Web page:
From my experience, onboarding is always a tricky subject. Who owns it in your company?
This article first appeared on Inbound.org
I first saw inbound.org in May 2015. A guy named Dharmesh sent me a link and said he was looking for an awesome designer. I took a look at the website: it wasn’t impressive. The product looked old, bloated, and complicated. But then Dharmesh told me the story behind inbound.org and how he and Rand started it. He also shared his bold vision and future plans. This was a challenge worth taking!
We started to work together. During the next six months we tried a lot of ideas and strategies. Some of them worked, some of them failed. Here’s what I’ve learned:
1. Steal the idea from your brilliant Asian roommate.
2. Attend a local hackathon and “flesh out” your MVP in 1 hour. You can use the remaining 23 hours to watch GOT or play Warcraft.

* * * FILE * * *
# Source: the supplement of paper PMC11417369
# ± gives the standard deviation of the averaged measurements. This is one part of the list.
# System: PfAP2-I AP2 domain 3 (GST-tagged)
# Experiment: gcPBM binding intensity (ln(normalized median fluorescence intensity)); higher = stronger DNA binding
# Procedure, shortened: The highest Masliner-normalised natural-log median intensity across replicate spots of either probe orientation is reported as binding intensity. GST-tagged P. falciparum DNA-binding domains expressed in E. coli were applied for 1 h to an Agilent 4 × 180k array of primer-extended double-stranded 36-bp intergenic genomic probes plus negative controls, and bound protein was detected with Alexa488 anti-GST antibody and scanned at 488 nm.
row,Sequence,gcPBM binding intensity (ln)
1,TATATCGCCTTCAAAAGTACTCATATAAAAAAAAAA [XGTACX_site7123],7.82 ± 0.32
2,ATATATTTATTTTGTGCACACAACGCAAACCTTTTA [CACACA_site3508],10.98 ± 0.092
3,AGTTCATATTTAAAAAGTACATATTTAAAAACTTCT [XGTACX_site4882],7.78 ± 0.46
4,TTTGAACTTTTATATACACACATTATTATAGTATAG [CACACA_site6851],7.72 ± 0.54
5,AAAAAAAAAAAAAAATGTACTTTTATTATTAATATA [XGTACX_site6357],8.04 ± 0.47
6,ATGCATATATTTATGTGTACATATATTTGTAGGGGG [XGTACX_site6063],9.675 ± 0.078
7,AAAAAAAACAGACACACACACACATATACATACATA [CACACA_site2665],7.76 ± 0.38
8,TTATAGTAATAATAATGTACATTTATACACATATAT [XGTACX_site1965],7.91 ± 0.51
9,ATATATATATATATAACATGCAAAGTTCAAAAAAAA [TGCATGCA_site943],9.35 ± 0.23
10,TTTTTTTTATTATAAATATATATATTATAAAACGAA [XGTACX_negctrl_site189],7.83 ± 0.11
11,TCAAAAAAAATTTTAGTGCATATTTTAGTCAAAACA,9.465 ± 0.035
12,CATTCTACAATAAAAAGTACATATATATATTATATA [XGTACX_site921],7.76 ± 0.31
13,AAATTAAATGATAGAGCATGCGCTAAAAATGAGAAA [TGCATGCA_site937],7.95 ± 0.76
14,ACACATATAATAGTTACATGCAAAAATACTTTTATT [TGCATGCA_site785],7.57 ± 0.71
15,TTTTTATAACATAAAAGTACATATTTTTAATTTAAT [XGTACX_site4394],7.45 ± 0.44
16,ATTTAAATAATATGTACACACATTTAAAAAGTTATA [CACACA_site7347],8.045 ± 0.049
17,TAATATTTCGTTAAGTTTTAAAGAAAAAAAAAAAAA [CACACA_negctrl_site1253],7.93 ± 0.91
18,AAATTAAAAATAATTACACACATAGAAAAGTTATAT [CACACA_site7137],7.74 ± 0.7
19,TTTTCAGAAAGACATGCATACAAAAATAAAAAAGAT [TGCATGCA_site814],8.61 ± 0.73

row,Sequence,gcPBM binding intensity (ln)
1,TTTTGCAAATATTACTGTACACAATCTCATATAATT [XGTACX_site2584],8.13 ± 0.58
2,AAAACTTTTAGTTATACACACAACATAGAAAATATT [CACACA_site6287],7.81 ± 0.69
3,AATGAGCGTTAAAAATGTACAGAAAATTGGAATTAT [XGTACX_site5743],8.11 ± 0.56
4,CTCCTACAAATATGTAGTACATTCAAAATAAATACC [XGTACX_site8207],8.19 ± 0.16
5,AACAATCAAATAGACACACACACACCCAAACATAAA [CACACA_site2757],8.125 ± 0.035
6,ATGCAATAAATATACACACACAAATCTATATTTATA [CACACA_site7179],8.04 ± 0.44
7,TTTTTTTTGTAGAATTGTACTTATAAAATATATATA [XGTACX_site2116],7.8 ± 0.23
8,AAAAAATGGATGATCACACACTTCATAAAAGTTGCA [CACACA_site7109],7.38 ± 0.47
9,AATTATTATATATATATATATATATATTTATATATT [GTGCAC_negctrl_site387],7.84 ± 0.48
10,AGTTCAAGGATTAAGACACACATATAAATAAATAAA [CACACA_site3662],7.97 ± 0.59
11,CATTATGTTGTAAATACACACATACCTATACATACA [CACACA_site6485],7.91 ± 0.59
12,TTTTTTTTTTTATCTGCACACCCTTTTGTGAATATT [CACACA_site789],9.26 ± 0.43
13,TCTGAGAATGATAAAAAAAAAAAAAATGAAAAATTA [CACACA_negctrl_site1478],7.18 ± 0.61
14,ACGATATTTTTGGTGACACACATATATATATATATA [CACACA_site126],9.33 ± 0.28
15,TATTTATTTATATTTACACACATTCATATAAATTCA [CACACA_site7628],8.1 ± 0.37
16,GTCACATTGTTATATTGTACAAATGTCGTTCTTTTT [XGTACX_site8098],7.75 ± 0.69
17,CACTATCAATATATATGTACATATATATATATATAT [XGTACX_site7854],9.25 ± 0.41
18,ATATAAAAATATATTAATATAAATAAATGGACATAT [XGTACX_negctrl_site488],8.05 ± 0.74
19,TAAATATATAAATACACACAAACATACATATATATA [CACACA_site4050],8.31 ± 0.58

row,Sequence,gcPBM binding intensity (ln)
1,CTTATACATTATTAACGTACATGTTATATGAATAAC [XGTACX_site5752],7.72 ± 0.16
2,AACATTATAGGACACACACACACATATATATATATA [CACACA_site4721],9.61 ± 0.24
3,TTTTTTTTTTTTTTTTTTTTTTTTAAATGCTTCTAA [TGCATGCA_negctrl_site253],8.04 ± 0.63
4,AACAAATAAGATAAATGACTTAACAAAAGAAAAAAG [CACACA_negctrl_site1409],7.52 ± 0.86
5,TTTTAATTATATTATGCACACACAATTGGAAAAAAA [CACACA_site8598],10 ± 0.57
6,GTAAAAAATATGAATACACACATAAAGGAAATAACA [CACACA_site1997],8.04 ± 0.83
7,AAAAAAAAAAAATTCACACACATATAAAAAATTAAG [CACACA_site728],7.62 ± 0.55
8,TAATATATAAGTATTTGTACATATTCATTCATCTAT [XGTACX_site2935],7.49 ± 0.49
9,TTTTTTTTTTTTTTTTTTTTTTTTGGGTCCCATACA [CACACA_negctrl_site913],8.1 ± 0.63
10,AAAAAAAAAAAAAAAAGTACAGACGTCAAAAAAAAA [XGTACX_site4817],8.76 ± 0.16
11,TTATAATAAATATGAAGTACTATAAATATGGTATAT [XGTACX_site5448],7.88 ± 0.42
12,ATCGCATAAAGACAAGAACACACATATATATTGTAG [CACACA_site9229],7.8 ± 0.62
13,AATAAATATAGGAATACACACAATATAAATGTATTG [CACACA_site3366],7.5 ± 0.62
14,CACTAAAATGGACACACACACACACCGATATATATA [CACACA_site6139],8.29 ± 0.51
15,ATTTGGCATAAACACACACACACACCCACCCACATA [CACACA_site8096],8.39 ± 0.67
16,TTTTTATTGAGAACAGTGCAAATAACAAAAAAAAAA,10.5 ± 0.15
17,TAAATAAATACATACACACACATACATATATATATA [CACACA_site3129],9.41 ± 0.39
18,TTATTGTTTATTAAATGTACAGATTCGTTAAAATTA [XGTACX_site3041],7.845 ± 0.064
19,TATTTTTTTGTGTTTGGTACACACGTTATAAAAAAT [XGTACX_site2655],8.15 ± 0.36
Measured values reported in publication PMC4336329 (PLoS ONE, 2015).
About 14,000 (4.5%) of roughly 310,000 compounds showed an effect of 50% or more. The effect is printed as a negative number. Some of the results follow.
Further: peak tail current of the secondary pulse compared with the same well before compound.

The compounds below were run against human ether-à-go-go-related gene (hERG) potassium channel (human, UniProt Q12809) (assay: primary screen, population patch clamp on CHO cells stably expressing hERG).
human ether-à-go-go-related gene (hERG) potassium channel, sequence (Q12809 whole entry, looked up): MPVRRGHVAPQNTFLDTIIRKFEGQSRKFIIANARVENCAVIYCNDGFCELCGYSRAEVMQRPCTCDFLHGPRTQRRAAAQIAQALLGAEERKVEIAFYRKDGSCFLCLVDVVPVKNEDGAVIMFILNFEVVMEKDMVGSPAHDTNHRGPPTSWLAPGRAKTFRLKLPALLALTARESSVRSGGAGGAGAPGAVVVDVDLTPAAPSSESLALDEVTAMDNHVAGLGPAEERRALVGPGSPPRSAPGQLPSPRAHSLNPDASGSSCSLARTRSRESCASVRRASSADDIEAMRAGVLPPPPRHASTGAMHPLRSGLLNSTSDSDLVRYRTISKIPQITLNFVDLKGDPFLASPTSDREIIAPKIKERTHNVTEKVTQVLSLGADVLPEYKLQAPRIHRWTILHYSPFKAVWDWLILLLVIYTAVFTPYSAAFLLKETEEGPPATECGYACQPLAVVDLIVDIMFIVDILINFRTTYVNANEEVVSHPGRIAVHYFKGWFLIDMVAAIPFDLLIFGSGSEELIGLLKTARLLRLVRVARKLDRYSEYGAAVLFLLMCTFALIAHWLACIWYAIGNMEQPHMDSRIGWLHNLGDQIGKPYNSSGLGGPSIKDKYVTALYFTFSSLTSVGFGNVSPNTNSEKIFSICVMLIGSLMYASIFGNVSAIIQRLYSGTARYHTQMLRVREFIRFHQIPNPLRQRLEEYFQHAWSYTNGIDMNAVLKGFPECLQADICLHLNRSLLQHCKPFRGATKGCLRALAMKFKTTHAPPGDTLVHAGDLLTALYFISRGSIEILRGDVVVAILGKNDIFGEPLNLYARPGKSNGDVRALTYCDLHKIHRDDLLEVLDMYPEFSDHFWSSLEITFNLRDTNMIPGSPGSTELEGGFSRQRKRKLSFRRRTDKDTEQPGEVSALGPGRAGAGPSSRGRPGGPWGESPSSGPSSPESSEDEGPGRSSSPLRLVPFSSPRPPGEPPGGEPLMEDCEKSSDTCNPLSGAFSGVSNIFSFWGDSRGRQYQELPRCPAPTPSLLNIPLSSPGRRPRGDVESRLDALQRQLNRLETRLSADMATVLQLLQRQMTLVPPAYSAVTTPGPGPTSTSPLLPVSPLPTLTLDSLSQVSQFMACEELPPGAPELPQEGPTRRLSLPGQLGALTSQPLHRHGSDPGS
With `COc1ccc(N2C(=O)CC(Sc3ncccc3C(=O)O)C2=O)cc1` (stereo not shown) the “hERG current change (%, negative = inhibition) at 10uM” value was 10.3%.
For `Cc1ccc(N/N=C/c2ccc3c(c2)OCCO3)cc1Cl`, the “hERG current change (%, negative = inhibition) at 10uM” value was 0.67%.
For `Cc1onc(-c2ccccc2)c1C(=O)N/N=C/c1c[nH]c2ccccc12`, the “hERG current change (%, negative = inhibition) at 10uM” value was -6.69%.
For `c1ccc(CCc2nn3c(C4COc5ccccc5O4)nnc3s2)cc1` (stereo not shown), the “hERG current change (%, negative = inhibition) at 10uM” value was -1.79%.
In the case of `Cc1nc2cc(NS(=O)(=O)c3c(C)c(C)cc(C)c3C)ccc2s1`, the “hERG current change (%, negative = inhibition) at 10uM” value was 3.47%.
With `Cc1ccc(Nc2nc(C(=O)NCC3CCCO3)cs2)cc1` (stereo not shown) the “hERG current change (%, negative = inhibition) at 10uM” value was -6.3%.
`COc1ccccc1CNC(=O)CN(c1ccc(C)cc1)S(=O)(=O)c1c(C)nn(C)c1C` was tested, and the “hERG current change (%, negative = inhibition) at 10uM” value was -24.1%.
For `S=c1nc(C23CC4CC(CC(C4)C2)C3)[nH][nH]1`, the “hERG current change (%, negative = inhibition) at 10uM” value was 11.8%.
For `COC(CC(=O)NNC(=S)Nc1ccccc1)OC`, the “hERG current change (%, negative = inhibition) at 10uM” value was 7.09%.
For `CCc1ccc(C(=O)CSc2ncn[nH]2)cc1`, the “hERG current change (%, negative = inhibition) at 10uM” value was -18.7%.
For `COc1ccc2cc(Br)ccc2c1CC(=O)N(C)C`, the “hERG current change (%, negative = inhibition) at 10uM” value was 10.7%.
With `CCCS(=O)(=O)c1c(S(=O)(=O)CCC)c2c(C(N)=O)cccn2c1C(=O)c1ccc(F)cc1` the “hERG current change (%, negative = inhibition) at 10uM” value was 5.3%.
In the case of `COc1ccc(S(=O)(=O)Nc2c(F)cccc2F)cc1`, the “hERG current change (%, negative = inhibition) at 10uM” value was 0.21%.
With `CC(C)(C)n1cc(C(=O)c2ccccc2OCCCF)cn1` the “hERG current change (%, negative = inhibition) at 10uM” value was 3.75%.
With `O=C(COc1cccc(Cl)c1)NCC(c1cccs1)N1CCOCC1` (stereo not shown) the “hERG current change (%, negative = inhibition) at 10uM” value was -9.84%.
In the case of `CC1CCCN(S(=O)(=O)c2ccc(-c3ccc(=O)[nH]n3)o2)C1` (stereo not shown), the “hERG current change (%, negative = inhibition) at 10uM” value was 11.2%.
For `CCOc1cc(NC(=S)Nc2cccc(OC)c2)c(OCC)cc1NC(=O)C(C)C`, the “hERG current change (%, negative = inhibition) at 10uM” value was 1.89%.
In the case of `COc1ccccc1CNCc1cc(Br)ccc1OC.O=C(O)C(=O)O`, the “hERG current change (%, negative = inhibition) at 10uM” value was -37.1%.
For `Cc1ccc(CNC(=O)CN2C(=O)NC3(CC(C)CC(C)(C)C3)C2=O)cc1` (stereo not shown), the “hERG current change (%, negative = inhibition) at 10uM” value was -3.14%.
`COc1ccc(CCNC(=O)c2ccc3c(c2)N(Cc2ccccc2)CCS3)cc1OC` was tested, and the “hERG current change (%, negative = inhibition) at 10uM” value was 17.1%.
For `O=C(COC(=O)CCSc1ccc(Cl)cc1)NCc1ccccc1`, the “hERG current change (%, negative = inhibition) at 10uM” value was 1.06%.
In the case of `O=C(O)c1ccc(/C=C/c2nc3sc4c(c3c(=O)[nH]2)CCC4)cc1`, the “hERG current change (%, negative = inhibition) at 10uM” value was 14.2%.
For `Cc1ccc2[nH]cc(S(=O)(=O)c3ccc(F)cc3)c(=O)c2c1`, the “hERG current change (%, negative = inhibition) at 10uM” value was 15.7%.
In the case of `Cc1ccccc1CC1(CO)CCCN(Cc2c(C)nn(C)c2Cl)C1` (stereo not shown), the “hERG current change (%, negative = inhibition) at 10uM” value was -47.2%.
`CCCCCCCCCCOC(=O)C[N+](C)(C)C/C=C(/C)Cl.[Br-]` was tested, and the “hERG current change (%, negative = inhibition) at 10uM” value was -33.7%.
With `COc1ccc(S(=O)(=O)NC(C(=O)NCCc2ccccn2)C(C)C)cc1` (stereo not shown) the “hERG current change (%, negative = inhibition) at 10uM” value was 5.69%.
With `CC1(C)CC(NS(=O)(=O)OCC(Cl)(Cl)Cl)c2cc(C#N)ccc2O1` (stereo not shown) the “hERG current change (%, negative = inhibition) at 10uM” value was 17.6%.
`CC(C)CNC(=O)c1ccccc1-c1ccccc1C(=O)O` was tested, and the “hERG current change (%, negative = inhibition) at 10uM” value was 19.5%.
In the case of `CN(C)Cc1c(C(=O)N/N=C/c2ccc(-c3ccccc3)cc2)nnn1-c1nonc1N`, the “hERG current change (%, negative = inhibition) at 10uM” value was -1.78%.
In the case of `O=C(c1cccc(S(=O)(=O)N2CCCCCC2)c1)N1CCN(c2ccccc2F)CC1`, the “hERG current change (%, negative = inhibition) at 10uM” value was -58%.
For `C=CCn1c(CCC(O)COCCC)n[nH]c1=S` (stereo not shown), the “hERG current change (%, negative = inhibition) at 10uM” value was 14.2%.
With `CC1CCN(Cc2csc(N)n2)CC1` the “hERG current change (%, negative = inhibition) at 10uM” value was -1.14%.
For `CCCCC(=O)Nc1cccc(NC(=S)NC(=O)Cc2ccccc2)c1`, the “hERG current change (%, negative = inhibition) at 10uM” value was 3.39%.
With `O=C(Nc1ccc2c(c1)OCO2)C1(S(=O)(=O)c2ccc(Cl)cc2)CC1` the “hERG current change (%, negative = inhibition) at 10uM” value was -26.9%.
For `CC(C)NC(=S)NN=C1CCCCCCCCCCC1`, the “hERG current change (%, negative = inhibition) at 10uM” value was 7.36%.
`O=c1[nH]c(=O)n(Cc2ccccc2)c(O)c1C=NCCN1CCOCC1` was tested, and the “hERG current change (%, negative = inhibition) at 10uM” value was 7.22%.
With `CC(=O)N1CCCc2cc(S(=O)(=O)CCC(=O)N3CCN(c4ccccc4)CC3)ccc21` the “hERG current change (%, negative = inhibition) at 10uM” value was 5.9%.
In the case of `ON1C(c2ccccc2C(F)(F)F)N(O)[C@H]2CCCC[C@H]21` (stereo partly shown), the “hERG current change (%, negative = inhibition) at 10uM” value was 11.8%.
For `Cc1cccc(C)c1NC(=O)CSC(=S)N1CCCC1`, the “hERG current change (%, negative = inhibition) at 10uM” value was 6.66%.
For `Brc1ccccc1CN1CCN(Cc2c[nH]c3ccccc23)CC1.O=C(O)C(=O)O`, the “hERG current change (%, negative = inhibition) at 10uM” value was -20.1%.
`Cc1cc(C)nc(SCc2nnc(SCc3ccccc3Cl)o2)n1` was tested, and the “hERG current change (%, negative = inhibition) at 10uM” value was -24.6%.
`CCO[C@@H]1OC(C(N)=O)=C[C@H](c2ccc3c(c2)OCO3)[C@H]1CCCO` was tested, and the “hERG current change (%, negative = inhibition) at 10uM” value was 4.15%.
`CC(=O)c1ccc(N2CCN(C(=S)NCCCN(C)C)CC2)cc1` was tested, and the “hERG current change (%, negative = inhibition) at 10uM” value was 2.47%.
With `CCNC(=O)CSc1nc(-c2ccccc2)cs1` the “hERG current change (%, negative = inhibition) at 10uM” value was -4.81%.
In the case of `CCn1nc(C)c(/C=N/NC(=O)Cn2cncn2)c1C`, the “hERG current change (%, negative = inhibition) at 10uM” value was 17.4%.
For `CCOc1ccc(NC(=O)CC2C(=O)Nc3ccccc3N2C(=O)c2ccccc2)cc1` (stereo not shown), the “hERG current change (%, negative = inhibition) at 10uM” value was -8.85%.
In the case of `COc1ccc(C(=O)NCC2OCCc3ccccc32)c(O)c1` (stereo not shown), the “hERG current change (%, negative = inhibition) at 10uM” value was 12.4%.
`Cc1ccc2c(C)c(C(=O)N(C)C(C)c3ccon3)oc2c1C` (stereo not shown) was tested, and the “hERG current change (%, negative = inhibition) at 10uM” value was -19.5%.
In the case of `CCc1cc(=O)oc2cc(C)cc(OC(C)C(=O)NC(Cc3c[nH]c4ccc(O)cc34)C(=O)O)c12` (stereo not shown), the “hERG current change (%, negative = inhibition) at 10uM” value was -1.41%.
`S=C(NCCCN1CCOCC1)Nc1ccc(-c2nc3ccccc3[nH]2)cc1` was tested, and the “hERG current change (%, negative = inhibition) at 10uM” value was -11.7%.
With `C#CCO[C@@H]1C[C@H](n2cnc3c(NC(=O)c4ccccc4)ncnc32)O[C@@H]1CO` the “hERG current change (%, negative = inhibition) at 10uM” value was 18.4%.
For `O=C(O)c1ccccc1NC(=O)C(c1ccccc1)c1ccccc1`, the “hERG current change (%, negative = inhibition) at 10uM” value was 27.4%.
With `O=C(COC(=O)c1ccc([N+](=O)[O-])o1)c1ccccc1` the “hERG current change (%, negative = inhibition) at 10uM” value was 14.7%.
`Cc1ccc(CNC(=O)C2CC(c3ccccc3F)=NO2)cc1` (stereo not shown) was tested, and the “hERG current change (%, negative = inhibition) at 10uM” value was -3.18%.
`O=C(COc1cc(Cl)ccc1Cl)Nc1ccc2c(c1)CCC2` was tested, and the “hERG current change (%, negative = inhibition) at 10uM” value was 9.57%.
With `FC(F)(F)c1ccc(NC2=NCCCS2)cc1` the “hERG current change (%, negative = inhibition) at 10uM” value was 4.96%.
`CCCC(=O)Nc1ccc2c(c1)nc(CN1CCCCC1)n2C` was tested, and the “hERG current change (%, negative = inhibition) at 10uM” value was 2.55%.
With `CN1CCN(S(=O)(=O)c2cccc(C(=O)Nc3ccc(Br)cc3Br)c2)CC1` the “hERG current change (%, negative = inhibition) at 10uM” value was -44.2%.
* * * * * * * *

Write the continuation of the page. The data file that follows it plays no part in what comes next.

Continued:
3. Go to Fiverr and pay $5 to a guy from Afganistan for a fully responsive design.
4. Recruit your CTO from India. Pay him $3.99 to build your app in 2 days.
5. List your product on Product Hunt. Buy a six pack and one pizza at a local entrepreneurship meetup to get 10.000 upvotes for your listing. Don’t forget, entrepreneurs live on $2.99 / month so they always love free pizza.
The Internet is full with the phrase “cool startup”. You see it in the job boards, Twitter, Facebook, TechCrunch, on blogs and pretty much everywhere.
Being cool is the only way to go for a startup these days? I don’t think so. That’s just lame and dangerous. Why? The focus of any startup team should be adding value to people’s lives and getting paid for doing that.